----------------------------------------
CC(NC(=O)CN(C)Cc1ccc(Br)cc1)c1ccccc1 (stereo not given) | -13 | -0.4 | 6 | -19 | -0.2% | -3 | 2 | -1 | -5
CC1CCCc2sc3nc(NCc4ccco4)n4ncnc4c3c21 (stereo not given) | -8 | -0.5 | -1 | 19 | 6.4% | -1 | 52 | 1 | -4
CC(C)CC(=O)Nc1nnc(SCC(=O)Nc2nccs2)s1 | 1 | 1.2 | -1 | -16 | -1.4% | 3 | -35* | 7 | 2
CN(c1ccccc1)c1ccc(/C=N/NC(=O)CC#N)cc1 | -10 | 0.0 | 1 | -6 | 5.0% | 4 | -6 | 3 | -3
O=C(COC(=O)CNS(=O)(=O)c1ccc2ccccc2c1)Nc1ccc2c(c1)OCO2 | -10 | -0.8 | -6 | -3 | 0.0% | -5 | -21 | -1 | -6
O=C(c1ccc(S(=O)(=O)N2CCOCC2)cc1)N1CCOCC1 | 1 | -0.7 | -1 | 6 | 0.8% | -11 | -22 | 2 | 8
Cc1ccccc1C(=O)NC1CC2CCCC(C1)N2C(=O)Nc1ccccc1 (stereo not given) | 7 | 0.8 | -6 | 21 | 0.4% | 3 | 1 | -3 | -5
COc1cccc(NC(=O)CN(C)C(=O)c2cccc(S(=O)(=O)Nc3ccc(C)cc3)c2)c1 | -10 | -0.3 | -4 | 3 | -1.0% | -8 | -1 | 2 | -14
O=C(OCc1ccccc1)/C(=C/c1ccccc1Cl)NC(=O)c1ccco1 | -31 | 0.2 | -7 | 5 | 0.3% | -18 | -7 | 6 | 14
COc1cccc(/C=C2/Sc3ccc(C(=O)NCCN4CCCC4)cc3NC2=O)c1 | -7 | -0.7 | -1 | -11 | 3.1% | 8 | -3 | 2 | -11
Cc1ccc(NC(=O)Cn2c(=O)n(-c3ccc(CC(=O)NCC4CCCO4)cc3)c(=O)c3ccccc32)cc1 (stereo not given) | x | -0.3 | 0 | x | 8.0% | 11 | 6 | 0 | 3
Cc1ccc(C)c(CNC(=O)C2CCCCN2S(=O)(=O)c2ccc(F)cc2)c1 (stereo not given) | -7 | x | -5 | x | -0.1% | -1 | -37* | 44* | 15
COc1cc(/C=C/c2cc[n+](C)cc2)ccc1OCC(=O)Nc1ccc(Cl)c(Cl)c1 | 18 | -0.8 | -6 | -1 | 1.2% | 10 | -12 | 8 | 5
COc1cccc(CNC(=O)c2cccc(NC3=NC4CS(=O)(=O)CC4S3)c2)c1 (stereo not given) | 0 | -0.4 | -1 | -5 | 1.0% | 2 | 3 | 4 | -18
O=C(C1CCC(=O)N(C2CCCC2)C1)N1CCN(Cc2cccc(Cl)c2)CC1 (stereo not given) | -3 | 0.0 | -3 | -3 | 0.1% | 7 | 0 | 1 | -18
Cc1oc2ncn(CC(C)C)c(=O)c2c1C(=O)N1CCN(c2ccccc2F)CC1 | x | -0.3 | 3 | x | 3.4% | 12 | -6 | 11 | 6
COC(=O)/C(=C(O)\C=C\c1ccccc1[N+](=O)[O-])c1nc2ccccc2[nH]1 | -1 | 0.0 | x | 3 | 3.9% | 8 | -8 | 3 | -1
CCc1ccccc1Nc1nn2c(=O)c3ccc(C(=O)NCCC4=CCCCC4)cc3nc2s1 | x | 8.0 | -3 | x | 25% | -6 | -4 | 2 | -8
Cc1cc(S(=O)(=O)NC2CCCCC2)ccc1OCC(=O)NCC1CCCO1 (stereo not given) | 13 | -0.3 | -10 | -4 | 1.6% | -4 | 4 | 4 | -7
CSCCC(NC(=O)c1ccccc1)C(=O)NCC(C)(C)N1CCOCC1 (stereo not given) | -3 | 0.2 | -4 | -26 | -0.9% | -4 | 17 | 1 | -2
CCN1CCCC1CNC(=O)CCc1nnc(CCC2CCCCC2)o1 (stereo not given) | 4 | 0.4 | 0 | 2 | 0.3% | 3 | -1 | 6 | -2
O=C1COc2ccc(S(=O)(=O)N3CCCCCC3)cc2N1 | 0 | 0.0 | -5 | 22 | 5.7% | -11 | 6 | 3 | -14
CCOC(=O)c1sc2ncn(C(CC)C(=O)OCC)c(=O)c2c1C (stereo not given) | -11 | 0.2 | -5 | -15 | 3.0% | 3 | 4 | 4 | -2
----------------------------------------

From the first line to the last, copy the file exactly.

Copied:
CC(NC(=O)CN(C)Cc1ccc(Br)cc1)c1ccccc1 (stereo not given) | -13 | -0.4 | 6 | -19 | -0.2% | -3 | 2 | -1 | -5
CC1CCCc2sc3nc(NCc4ccco4)n4ncnc4c3c21 (stereo not given) | -8 | -0.5 | -1 | 19 | 6.4% | -1 | 52 | 1 | -4
CC(C)CC(=O)Nc1nnc(SCC(=O)Nc2nccs2)s1 | 1 | 1.2 | -1 | -16 | -1.4% | 3 | -35* | 7 | 2
CN(c1ccccc1)c1ccc(/C=N/NC(=O)CC#N)cc1 | -10 | 0.0 | 1 | -6 | 5.0% | 4 | -6 | 3 | -3
O=C(COC(=O)CNS(=O)(=O)c1ccc2ccccc2c1)Nc1ccc2c(c1)OCO2 | -10 | -0.8 | -6 | -3 | 0.0% | -5 | -21 | -1 | -6
O=C(c1ccc(S(=O)(=O)N2CCOCC2)cc1)N1CCOCC1 | 1 | -0.7 | -1 | 6 | 0.8% | -11 | -22 | 2 | 8
Cc1ccccc1C(=O)NC1CC2CCCC(C1)N2C(=O)Nc1ccccc1 (stereo not given) | 7 | 0.8 | -6 | 21 | 0.4% | 3 | 1 | -3 | -5
COc1cccc(NC(=O)CN(C)C(=O)c2cccc(S(=O)(=O)Nc3ccc(C)cc3)c2)c1 | -10 | -0.3 | -4 | 3 | -1.0% | -8 | -1 | 2 | -14
O=C(OCc1ccccc1)/C(=C/c1ccccc1Cl)NC(=O)c1ccco1 | -31 | 0.2 | -7 | 5 | 0.3% | -18 | -7 | 6 | 14
COc1cccc(/C=C2/Sc3ccc(C(=O)NCCN4CCCC4)cc3NC2=O)c1 | -7 | -0.7 | -1 | -11 | 3.1% | 8 | -3 | 2 | -11
Cc1ccc(NC(=O)Cn2c(=O)n(-c3ccc(CC(=O)NCC4CCCO4)cc3)c(=O)c3ccccc32)cc1 (stereo not given) | x | -0.3 | 0 | x | 8.0% | 11 | 6 | 0 | 3
Cc1ccc(C)c(CNC(=O)C2CCCCN2S(=O)(=O)c2ccc(F)cc2)c1 (stereo not given) | -7 | x | -5 | x | -0.1% | -1 | -37* | 44* | 15
COc1cc(/C=C/c2cc[n+](C)cc2)ccc1OCC(=O)Nc1ccc(Cl)c(Cl)c1 | 18 | -0.8 | -6 | -1 | 1.2% | 10 | -12 | 8 | 5
COc1cccc(CNC(=O)c2cccc(NC3=NC4CS(=O)(=O)CC4S3)c2)c1 (stereo not given) | 0 | -0.4 | -1 | -5 | 1.0% | 2 | 3 | 4 | -18
O=C(C1CCC(=O)N(C2CCCC2)C1)N1CCN(Cc2cccc(Cl)c2)CC1 (stereo not given) | -3 | 0.0 | -3 | -3 | 0.1% | 7 | 0 | 1 | -18
Cc1oc2ncn(CC(C)C)c(=O)c2c1C(=O)N1CCN(c2ccccc2F)CC1 | x | -0.3 | 3 | x | 3.4% | 12 | -6 | 11 | 6
COC(=O)/C(=C(O)\C=C\c1ccccc1[N+](=O)[O-])c1nc2ccccc2[nH]1 | -1 | 0.0 | x | 3 | 3.9% | 8 | -8 | 3 | -1
CCc1ccccc1Nc1nn2c(=O)c3ccc(C(=O)NCCC4=CCCCC4)cc3nc2s1 | x | 8.0 | -3 | x | 25% | -6 | -4 | 2 | -8
Cc1cc(S(=O)(=O)NC2CCCCC2)ccc1OCC(=O)NCC1CCCO1 (stereo not given) | 13 | -0.3 | -10 | -4 | 1.6% | -4 | 4 | 4 | -7
CSCCC(NC(=O)c1ccccc1)C(=O)NCC(C)(C)N1CCOCC1 (stereo not given) | -3 | 0.2 | -4 | -26 | -0.9% | -4 | 17 | 1 | -2
CCN1CCCC1CNC(=O)CCc1nnc(CCC2CCCCC2)o1 (stereo not given) | 4 | 0.4 | 0 | 2 | 0.3% | 3 | -1 | 6 | -2
O=C1COc2ccc(S(=O)(=O)N3CCCCCC3)cc2N1 | 0 | 0.0 | -5 | 22 | 5.7% | -11 | 6 | 3 | -14
CCOC(=O)c1sc2ncn(C(CC)C(=O)OCC)c(=O)c2c1C (stereo not given) | -11 | 0.2 | -5 | -15 | 3.0% | 3 | 4 | 4 | -2